What is Concrete Sealing?

Concrete sealing occurs when a concrete sealer is applied to a concrete surface, creating a layer that is more resistant to water damage, corrosion, and natural wear and tear from machinery and foot traffic. 

Concrete is naturally more resistant to water damage and erosion than other surfaces, which is why experts in the industry debate the necessity of concrete sealing, as well as how often a concrete sealer should be applied. However, when applied correctly, studies have shown that an application of concrete sealer can increase the longevity of your concrete surface. This can  save you significant time and money, as a complete restoration of your concrete surface is an extensive repair. 

Types of Concrete Sealers

Concrete sealers are not a one size fits all solution. There are many different types of concrete sealers, each with their own pros and cons. The different types of concrete sealers are:

  • Epoxy/polyurethane sealers

    Epoxy and polyurethane sealers are the most common type of concrete sealers, due to their high performance and resistance to yellowing under sunlights. Epoxy sealers are often used in high-traffic areas where equipment and foot traffic is unavoidable. However, epoxy/polyurethane sealers tend to cost more than their competitors. 

  • Acrylic based sealers

    Acrylic based sealers are a lower cost option, and in some cases may be suitable for your concrete surface. They perform well, but a common problem with acrylic based sealers is yellowing under direct sunlight. Acrylic sealers are a quality choice for concrete surfaces inside of a facility. 

  • Penetrating sealers

    Penetrating sealers penetrate the concrete surface and form a chemical bond to protect against water damage and corrosion. These sealers are perfect for areas where stains are likely (like a garage or motor pool), and don’t leave a glossy sheen like most sealers. However, penetrating sealers often cost more than other concrete sealers. 

Choosing the right type of sealer will heavily depend on several factors, such as environmental conditions, the amount of traffic the surface is subjected to, and what you intend on using the surface for.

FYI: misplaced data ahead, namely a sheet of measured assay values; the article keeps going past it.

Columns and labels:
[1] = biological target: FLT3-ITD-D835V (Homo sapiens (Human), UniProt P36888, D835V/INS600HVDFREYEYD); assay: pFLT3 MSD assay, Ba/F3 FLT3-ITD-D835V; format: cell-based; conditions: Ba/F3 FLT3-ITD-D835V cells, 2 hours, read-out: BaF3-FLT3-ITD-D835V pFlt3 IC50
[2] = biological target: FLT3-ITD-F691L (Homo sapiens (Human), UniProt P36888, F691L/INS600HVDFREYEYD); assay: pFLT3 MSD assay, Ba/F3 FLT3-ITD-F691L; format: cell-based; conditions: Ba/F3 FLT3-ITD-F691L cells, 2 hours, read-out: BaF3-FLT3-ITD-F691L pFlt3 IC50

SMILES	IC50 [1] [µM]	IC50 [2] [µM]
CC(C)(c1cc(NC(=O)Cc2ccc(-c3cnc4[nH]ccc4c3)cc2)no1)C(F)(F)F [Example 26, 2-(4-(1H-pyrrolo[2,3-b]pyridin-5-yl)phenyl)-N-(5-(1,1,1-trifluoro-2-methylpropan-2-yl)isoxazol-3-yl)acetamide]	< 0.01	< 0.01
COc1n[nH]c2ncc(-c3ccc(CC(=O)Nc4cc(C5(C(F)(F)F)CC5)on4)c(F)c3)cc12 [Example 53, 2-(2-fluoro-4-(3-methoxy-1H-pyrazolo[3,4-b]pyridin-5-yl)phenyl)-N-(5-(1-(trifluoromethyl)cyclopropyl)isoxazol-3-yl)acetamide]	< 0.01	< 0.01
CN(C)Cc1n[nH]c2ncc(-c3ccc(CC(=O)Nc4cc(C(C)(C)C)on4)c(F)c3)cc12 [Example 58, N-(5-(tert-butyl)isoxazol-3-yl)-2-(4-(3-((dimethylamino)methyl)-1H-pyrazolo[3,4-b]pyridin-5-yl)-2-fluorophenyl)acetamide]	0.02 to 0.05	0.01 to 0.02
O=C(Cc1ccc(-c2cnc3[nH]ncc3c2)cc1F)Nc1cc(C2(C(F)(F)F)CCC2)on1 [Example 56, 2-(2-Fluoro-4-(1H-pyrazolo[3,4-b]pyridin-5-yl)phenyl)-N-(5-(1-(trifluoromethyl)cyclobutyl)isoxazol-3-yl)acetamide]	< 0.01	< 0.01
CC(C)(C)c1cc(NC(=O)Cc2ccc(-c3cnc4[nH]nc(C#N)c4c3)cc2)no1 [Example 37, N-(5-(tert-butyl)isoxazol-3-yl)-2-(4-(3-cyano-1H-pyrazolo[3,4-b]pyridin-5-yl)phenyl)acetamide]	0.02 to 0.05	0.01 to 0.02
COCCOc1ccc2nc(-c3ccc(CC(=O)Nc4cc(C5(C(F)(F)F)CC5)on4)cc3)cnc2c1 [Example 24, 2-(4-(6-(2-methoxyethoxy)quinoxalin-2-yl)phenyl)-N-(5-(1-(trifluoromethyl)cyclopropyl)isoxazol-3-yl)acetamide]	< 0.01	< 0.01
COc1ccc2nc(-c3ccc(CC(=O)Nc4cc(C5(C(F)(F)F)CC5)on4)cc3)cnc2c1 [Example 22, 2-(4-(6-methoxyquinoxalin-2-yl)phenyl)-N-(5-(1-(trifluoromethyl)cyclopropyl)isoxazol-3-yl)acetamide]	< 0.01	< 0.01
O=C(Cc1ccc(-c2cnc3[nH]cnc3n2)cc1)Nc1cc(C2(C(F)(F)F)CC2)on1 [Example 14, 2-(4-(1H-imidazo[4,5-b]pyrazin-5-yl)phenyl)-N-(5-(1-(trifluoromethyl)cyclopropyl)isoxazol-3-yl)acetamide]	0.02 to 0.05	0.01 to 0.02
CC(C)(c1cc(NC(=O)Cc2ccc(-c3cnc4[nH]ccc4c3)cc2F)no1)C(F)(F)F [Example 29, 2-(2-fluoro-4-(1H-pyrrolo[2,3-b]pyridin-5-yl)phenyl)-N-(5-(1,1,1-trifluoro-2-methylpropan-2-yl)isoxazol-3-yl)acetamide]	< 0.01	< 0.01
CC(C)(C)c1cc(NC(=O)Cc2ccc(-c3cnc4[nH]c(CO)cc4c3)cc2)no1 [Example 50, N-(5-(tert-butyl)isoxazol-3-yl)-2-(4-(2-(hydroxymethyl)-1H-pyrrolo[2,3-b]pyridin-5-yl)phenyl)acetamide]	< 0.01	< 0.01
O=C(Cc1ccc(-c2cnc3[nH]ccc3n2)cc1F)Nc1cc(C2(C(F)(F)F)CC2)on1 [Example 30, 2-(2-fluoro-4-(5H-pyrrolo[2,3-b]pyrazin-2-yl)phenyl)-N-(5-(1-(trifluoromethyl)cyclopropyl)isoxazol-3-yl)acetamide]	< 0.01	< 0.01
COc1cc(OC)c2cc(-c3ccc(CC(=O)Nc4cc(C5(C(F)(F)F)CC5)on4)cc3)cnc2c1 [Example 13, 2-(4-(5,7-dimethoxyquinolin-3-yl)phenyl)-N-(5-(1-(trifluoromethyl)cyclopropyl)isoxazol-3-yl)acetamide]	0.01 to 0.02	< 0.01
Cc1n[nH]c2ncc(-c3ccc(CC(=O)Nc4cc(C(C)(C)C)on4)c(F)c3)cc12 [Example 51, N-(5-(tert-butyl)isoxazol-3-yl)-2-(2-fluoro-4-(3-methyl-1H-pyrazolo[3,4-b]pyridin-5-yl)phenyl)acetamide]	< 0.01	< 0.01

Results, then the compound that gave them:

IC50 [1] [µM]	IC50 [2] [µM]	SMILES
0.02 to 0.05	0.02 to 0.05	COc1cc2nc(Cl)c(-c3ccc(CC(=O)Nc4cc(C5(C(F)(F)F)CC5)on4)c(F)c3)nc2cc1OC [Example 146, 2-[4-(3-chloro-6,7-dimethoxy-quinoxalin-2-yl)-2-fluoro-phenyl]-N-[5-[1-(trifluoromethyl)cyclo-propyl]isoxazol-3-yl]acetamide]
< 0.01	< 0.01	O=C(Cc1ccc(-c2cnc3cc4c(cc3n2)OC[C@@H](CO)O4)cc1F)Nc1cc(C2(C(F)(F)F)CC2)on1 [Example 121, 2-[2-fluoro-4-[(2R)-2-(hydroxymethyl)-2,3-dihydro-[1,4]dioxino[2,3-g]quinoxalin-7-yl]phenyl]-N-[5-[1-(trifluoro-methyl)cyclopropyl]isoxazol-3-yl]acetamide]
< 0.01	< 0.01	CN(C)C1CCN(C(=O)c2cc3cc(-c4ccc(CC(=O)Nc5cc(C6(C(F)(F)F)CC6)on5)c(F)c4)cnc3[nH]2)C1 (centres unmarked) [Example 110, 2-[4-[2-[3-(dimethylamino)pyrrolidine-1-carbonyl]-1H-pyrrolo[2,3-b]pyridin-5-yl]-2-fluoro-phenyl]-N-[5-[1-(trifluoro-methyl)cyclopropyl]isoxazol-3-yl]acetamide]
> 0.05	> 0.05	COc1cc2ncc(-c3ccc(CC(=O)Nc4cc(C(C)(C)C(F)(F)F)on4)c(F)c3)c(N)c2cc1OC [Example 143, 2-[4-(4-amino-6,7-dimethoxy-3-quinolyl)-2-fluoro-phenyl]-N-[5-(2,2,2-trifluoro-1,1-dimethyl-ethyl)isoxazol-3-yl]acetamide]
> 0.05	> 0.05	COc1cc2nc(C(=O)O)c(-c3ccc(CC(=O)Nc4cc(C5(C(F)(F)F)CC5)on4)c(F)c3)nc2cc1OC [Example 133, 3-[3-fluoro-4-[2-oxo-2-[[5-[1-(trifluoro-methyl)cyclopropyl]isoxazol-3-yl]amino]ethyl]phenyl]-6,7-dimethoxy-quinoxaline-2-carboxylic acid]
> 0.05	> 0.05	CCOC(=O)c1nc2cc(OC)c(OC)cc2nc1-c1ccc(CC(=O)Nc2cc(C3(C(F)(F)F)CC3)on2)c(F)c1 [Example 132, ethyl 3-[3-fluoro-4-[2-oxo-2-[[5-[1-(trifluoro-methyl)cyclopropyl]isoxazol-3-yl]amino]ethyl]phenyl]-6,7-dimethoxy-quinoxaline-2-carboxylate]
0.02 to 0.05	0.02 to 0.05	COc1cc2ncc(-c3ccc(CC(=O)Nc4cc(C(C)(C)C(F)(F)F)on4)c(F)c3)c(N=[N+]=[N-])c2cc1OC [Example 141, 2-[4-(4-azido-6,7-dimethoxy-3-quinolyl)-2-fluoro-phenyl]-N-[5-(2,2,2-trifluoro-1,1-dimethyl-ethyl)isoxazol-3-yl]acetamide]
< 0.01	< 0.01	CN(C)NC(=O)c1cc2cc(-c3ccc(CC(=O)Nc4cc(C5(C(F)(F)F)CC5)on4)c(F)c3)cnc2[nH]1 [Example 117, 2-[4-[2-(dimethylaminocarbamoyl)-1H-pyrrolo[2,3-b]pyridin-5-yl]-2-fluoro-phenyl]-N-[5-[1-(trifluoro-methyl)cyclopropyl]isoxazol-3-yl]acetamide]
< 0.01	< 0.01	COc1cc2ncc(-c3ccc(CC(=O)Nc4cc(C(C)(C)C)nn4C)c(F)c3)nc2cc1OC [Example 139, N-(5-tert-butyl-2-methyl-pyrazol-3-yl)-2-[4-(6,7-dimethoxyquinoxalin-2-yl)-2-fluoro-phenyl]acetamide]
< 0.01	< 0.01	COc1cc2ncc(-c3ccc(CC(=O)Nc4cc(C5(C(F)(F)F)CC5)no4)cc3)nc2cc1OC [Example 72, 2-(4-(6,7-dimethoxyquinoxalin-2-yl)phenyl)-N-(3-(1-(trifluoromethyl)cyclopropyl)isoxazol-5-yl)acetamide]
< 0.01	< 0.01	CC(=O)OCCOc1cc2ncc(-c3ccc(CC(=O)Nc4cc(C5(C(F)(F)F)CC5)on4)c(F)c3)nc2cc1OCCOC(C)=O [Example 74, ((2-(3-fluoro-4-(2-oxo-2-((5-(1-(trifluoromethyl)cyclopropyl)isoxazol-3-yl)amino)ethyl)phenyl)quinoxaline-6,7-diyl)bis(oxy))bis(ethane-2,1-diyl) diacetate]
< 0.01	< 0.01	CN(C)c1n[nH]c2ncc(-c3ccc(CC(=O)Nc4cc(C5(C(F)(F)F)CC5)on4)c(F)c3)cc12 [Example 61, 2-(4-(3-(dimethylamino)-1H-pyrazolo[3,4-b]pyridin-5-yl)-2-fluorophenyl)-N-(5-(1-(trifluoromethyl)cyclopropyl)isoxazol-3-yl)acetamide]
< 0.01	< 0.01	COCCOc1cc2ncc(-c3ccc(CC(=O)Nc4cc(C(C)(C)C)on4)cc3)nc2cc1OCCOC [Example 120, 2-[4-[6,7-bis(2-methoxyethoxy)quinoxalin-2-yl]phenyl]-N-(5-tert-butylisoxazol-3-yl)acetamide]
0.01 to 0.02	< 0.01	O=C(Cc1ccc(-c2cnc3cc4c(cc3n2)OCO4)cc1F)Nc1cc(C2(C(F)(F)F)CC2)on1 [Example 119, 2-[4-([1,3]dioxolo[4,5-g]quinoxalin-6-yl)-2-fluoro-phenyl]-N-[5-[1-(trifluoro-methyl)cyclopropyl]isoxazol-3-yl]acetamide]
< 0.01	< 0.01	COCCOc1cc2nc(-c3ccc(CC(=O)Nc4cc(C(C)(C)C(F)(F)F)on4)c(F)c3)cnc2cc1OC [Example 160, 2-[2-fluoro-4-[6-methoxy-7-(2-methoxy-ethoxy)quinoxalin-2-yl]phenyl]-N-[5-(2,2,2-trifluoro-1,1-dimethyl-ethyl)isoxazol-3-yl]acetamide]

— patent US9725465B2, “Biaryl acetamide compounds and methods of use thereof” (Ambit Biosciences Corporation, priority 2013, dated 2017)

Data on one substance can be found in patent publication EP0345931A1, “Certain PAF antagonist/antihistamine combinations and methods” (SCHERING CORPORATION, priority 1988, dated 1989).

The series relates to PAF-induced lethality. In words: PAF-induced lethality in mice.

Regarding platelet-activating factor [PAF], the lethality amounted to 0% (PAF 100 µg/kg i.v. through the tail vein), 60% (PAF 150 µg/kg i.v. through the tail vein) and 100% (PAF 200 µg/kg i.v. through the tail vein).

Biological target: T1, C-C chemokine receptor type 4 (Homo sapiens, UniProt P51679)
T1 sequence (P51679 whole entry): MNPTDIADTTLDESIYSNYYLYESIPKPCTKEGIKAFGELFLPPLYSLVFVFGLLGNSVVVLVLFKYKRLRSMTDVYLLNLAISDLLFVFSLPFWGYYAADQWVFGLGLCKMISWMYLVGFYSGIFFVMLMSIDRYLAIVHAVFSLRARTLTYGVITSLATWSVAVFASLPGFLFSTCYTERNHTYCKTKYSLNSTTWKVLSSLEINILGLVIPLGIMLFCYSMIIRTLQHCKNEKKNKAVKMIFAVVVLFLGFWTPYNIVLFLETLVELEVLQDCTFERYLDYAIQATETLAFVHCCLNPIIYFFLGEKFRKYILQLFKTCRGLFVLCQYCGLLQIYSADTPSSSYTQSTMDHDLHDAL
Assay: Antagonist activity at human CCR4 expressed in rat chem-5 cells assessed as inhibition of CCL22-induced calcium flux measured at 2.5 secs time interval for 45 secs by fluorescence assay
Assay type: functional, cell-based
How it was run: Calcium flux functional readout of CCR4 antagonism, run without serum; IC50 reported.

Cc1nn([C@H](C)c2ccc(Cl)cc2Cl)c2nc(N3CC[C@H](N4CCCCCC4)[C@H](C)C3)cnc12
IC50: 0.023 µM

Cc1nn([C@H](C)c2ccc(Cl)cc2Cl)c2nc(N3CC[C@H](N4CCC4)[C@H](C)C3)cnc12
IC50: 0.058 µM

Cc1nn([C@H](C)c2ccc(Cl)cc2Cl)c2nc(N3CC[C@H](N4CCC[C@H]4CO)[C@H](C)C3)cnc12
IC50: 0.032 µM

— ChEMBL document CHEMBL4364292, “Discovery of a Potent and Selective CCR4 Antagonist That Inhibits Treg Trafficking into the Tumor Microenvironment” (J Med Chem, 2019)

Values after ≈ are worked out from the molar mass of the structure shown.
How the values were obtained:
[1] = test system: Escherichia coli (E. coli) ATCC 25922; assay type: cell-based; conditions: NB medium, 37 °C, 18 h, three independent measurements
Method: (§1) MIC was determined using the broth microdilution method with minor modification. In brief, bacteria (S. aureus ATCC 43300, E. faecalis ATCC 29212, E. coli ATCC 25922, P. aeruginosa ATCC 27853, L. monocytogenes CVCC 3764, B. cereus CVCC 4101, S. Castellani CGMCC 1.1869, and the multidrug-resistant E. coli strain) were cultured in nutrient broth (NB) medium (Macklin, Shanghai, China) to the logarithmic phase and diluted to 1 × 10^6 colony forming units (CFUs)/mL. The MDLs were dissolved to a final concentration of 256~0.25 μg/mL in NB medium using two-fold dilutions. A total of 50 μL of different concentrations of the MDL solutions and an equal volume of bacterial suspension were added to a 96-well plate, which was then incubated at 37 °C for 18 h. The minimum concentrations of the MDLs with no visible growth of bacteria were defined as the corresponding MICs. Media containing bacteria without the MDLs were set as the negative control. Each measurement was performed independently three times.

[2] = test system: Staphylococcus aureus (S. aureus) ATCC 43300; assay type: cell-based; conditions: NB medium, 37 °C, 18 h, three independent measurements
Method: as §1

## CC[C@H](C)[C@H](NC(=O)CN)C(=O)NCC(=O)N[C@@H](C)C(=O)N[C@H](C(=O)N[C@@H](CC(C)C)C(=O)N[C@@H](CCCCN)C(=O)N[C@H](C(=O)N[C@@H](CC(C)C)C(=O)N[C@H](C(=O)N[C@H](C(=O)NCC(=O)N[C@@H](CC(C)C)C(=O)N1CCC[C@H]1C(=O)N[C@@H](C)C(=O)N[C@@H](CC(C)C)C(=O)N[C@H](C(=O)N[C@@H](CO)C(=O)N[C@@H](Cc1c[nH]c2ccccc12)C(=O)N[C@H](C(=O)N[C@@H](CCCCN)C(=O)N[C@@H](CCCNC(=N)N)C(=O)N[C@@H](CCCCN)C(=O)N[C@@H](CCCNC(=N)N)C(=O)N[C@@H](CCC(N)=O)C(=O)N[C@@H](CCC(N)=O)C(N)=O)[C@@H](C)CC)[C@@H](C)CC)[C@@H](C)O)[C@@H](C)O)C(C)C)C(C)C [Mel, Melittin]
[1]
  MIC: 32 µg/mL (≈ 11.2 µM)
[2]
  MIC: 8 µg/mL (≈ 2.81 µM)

How to Seal Concrete

Applying a concrete sealer is a delicate process. If you are not experienced with this type of work, hiring a concrete sealing contractor may be your best option to avoid disasters. Industrial flooring that is not properly sealed can cause worse damage to your surface, and you may have to start the process all over again. However, if you are feeling extra handy, the steps are:

 

Surface Preparation

  1. Sweep the surface

Sweep the surface of any loose debris and dust that might cause a bad seal between the sealant and the concrete. 

  1. Clean the surface thoroughly

Asses for any spills that you might not have seen before you swept the surface. Chemical spills, as well as stains from motor oil, can cause a bad seal between the sealant and the concrete. These types of spills can also cause the chemical reaction in penetrating sealers to not work effectively.

  1. Mop the surface

Mop the surface to remove any excess dirt that has accumulated while dusting and cleaning. This step will be repeated throughout the concrete sealing process.

  1. Allow the surface to dry, and assess for deficiencies

Allow the surface to fully dry before you move on to the next step. At this point, you should assess your surface for any cracks and deficiencies that could cause a bad seal when the concrete sealer is applied. 

 

Remove Old Concrete Sealer

  1. Test for previous sealer

Previously applied concrete sealer can cause huge problems when applying your new sealer. To test for sealer, pour liquid (preferably water to prevent damage and staining) on top of the surface and determine if the water beads up or seeps through. If the surface is water resistant, it has most likely been sealed before. 

  1. Strip the sealer

To strip existing sealers, most people prefer to use a chemical stripper. Sandblasting is a common practice for industry professionals, but it requires knowledge and expertise to perform correctly, and can damage your concrete if done improperly. 

  1. Scrape the existing sealer, and clean again

Scrape the existing sludge and grime away from the surface. This will be the remnants of your existing sealer after it has been chemically stripped. After you have removed most of the sealer, clean the surface with TSP and water to remove any remaining sealer. 

  1. Allow the surface to dry

After you have cleaned the surface, allowing the surface to dry properly is imperative before you move onto application of your new sealer. 

 

Apply the New Sealer

  1. Apply the first coat of sealer

It is finally time to start applying your new concrete sealer. Apply the first coat, and wait until it fully dries before applying the second. For proper wait times, read the directions on your concrete sealing product.  

  1. Apply the second coat of sealer

After the first coat has fully dried, apply the second coat of concrete sealer. 

  1. Allow the sealer to dry

Once both coats of concrete sealer have been applied, allow the surface to dry completely. Once this step is complete, you have finished the concrete sealing process! If applied correctly, your concrete surface now has an added layer of protection to prevent water damage, staining, and corrosion. 

Scrape the existing sludge and grime away from the surface. This will be the remnants of your existing sealer after it has been chemically stripped. After you have removed most of the sealer, clean the surface with TSP and water to remove any remaining sealer. 

  1. Allow the surface to dry

After you have cleaned the surface, allowing the surface to dry properly is imperative before you move onto application of your new sealer.